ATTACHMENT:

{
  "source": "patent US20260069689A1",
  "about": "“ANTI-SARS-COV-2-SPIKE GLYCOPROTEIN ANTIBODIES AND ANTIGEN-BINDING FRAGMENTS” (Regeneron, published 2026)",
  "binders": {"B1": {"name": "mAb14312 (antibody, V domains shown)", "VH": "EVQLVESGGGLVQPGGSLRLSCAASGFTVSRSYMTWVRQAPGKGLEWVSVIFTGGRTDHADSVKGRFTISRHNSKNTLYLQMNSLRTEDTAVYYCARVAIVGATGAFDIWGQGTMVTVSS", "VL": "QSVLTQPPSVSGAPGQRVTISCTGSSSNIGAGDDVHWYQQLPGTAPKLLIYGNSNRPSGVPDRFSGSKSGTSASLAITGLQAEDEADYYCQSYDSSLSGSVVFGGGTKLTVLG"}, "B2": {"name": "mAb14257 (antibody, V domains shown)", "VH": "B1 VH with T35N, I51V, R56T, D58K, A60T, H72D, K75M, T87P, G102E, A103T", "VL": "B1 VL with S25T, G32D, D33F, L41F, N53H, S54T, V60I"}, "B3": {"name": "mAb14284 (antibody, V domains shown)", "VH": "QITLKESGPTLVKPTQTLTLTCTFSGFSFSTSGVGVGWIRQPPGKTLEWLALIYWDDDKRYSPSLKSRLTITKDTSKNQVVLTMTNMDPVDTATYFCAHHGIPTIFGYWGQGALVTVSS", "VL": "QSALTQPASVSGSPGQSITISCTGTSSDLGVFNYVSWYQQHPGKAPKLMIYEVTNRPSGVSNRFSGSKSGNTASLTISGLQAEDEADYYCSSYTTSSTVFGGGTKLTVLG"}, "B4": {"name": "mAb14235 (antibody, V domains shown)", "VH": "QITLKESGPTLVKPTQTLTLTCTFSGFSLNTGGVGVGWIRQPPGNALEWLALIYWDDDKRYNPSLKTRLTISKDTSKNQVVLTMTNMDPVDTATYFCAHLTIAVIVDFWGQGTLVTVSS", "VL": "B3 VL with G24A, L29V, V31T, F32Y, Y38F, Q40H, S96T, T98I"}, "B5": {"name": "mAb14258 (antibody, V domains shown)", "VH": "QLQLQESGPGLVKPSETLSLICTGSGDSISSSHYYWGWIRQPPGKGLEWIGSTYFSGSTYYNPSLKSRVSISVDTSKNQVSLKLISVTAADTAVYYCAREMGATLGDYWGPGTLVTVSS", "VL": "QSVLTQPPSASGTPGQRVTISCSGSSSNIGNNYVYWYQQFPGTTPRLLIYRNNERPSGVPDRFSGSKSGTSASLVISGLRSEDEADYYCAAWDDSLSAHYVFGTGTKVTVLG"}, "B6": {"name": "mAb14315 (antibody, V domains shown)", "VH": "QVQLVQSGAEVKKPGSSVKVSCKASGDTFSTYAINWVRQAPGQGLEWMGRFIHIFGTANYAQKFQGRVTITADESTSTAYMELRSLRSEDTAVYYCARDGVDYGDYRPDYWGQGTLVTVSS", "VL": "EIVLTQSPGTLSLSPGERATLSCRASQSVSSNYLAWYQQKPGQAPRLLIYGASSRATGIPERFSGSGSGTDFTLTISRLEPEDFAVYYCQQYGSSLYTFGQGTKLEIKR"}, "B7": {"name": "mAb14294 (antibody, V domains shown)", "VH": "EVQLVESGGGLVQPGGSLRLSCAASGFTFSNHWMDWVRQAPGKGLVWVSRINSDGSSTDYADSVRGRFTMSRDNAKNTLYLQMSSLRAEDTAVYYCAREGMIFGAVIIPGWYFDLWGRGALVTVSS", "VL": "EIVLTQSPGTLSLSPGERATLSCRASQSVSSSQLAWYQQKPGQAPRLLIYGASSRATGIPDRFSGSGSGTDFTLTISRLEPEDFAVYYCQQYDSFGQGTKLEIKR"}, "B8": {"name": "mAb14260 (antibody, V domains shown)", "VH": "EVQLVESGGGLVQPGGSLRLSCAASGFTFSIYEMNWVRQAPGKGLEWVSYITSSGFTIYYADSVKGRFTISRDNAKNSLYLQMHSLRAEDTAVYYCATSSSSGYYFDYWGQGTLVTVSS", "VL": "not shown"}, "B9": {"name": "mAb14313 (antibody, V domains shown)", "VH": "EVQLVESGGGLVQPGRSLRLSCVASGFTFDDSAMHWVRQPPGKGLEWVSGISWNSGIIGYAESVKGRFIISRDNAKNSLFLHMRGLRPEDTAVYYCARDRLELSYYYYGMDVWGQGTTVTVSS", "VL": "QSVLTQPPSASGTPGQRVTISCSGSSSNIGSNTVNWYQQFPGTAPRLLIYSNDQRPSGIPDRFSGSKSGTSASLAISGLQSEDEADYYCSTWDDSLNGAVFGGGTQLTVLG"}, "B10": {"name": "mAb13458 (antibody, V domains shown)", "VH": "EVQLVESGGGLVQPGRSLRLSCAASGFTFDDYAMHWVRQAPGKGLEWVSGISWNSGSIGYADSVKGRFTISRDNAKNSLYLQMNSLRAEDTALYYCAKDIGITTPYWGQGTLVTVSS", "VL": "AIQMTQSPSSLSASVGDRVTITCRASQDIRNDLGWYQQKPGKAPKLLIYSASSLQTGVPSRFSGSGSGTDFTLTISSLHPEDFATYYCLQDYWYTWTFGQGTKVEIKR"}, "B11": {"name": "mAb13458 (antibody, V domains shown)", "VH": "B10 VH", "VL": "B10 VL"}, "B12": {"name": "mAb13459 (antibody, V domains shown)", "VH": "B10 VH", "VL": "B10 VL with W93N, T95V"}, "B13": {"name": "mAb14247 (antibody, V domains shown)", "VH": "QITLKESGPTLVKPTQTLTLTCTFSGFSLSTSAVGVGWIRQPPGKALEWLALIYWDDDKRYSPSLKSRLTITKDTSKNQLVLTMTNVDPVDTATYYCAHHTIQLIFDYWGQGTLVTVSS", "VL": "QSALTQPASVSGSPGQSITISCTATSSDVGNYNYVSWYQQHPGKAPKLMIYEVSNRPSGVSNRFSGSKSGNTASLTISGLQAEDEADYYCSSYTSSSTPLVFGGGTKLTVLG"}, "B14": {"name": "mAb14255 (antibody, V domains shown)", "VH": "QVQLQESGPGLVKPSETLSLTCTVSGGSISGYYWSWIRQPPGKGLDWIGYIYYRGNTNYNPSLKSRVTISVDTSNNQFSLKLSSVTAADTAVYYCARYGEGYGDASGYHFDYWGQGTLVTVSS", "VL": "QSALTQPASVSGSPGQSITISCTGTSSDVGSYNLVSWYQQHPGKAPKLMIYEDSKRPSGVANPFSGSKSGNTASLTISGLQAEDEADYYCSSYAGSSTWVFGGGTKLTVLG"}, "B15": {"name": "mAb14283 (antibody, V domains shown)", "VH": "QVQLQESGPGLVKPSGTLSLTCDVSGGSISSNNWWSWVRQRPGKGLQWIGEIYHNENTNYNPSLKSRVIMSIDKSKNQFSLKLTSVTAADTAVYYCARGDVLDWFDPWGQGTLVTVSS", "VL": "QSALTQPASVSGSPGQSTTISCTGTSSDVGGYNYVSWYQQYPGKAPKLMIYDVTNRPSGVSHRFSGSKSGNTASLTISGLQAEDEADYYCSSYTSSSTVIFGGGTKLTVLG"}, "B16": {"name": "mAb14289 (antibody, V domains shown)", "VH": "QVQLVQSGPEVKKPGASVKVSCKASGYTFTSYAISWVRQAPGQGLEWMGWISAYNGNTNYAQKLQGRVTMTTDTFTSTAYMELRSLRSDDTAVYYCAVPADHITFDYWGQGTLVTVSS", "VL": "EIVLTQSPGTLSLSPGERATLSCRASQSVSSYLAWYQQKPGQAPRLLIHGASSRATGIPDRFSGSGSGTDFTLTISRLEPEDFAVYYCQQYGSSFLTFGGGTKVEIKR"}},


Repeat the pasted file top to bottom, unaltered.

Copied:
{
  "source": "patent US20260069689A1",
  "about": "“ANTI-SARS-COV-2-SPIKE GLYCOPROTEIN ANTIBODIES AND ANTIGEN-BINDING FRAGMENTS” (Regeneron, published 2026)",
  "binders": {"B1": {"name": "mAb14312 (antibody, V domains shown)", "VH": "EVQLVESGGGLVQPGGSLRLSCAASGFTVSRSYMTWVRQAPGKGLEWVSVIFTGGRTDHADSVKGRFTISRHNSKNTLYLQMNSLRTEDTAVYYCARVAIVGATGAFDIWGQGTMVTVSS", "VL": "QSVLTQPPSVSGAPGQRVTISCTGSSSNIGAGDDVHWYQQLPGTAPKLLIYGNSNRPSGVPDRFSGSKSGTSASLAITGLQAEDEADYYCQSYDSSLSGSVVFGGGTKLTVLG"}, "B2": {"name": "mAb14257 (antibody, V domains shown)", "VH": "B1 VH with T35N, I51V, R56T, D58K, A60T, H72D, K75M, T87P, G102E, A103T", "VL": "B1 VL with S25T, G32D, D33F, L41F, N53H, S54T, V60I"}, "B3": {"name": "mAb14284 (antibody, V domains shown)", "VH": "QITLKESGPTLVKPTQTLTLTCTFSGFSFSTSGVGVGWIRQPPGKTLEWLALIYWDDDKRYSPSLKSRLTITKDTSKNQVVLTMTNMDPVDTATYFCAHHGIPTIFGYWGQGALVTVSS", "VL": "QSALTQPASVSGSPGQSITISCTGTSSDLGVFNYVSWYQQHPGKAPKLMIYEVTNRPSGVSNRFSGSKSGNTASLTISGLQAEDEADYYCSSYTTSSTVFGGGTKLTVLG"}, "B4": {"name": "mAb14235 (antibody, V domains shown)", "VH": "QITLKESGPTLVKPTQTLTLTCTFSGFSLNTGGVGVGWIRQPPGNALEWLALIYWDDDKRYNPSLKTRLTISKDTSKNQVVLTMTNMDPVDTATYFCAHLTIAVIVDFWGQGTLVTVSS", "VL": "B3 VL with G24A, L29V, V31T, F32Y, Y38F, Q40H, S96T, T98I"}, "B5": {"name": "mAb14258 (antibody, V domains shown)", "VH": "QLQLQESGPGLVKPSETLSLICTGSGDSISSSHYYWGWIRQPPGKGLEWIGSTYFSGSTYYNPSLKSRVSISVDTSKNQVSLKLISVTAADTAVYYCAREMGATLGDYWGPGTLVTVSS", "VL": "QSVLTQPPSASGTPGQRVTISCSGSSSNIGNNYVYWYQQFPGTTPRLLIYRNNERPSGVPDRFSGSKSGTSASLVISGLRSEDEADYYCAAWDDSLSAHYVFGTGTKVTVLG"}, "B6": {"name": "mAb14315 (antibody, V domains shown)", "VH": "QVQLVQSGAEVKKPGSSVKVSCKASGDTFSTYAINWVRQAPGQGLEWMGRFIHIFGTANYAQKFQGRVTITADESTSTAYMELRSLRSEDTAVYYCARDGVDYGDYRPDYWGQGTLVTVSS", "VL": "EIVLTQSPGTLSLSPGERATLSCRASQSVSSNYLAWYQQKPGQAPRLLIYGASSRATGIPERFSGSGSGTDFTLTISRLEPEDFAVYYCQQYGSSLYTFGQGTKLEIKR"}, "B7": {"name": "mAb14294 (antibody, V domains shown)", "VH": "EVQLVESGGGLVQPGGSLRLSCAASGFTFSNHWMDWVRQAPGKGLVWVSRINSDGSSTDYADSVRGRFTMSRDNAKNTLYLQMSSLRAEDTAVYYCAREGMIFGAVIIPGWYFDLWGRGALVTVSS", "VL": "EIVLTQSPGTLSLSPGERATLSCRASQSVSSSQLAWYQQKPGQAPRLLIYGASSRATGIPDRFSGSGSGTDFTLTISRLEPEDFAVYYCQQYDSFGQGTKLEIKR"}, "B8": {"name": "mAb14260 (antibody, V domains shown)", "VH": "EVQLVESGGGLVQPGGSLRLSCAASGFTFSIYEMNWVRQAPGKGLEWVSYITSSGFTIYYADSVKGRFTISRDNAKNSLYLQMHSLRAEDTAVYYCATSSSSGYYFDYWGQGTLVTVSS", "VL": "not shown"}, "B9": {"name": "mAb14313 (antibody, V domains shown)", "VH": "EVQLVESGGGLVQPGRSLRLSCVASGFTFDDSAMHWVRQPPGKGLEWVSGISWNSGIIGYAESVKGRFIISRDNAKNSLFLHMRGLRPEDTAVYYCARDRLELSYYYYGMDVWGQGTTVTVSS", "VL": "QSVLTQPPSASGTPGQRVTISCSGSSSNIGSNTVNWYQQFPGTAPRLLIYSNDQRPSGIPDRFSGSKSGTSASLAISGLQSEDEADYYCSTWDDSLNGAVFGGGTQLTVLG"}, "B10": {"name": "mAb13458 (antibody, V domains shown)", "VH": "EVQLVESGGGLVQPGRSLRLSCAASGFTFDDYAMHWVRQAPGKGLEWVSGISWNSGSIGYADSVKGRFTISRDNAKNSLYLQMNSLRAEDTALYYCAKDIGITTPYWGQGTLVTVSS", "VL": "AIQMTQSPSSLSASVGDRVTITCRASQDIRNDLGWYQQKPGKAPKLLIYSASSLQTGVPSRFSGSGSGTDFTLTISSLHPEDFATYYCLQDYWYTWTFGQGTKVEIKR"}, "B11": {"name": "mAb13458 (antibody, V domains shown)", "VH": "B10 VH", "VL": "B10 VL"}, "B12": {"name": "mAb13459 (antibody, V domains shown)", "VH": "B10 VH", "VL": "B10 VL with W93N, T95V"}, "B13": {"name": "mAb14247 (antibody, V domains shown)", "VH": "QITLKESGPTLVKPTQTLTLTCTFSGFSLSTSAVGVGWIRQPPGKALEWLALIYWDDDKRYSPSLKSRLTITKDTSKNQLVLTMTNVDPVDTATYYCAHHTIQLIFDYWGQGTLVTVSS", "VL": "QSALTQPASVSGSPGQSITISCTATSSDVGNYNYVSWYQQHPGKAPKLMIYEVSNRPSGVSNRFSGSKSGNTASLTISGLQAEDEADYYCSSYTSSSTPLVFGGGTKLTVLG"}, "B14": {"name": "mAb14255 (antibody, V domains shown)", "VH": "QVQLQESGPGLVKPSETLSLTCTVSGGSISGYYWSWIRQPPGKGLDWIGYIYYRGNTNYNPSLKSRVTISVDTSNNQFSLKLSSVTAADTAVYYCARYGEGYGDASGYHFDYWGQGTLVTVSS", "VL": "QSALTQPASVSGSPGQSITISCTGTSSDVGSYNLVSWYQQHPGKAPKLMIYEDSKRPSGVANPFSGSKSGNTASLTISGLQAEDEADYYCSSYAGSSTWVFGGGTKLTVLG"}, "B15": {"name": "mAb14283 (antibody, V domains shown)", "VH": "QVQLQESGPGLVKPSGTLSLTCDVSGGSISSNNWWSWVRQRPGKGLQWIGEIYHNENTNYNPSLKSRVIMSIDKSKNQFSLKLTSVTAADTAVYYCARGDVLDWFDPWGQGTLVTVSS", "VL": "QSALTQPASVSGSPGQSTTISCTGTSSDVGGYNYVSWYQQYPGKAPKLMIYDVTNRPSGVSHRFSGSKSGNTASLTISGLQAEDEADYYCSSYTSSSTVIFGGGTKLTVLG"}, "B16": {"name": "mAb14289 (antibody, V domains shown)", "VH": "QVQLVQSGPEVKKPGASVKVSCKASGYTFTSYAISWVRQAPGQGLEWMGWISAYNGNTNYAQKLQGRVTMTTDTFTSTAYMELRSLRSDDTAVYYCAVPADHITFDYWGQGTLVTVSS", "VL": "EIVLTQSPGTLSLSPGERATLSCRASQSVSSYLAWYQQKPGQAPRLLIHGASSRATGIPDRFSGSGSGTDFTLTISRLEPEDFAVYYCQQYGSSFLTFGGGTKVEIKR"}},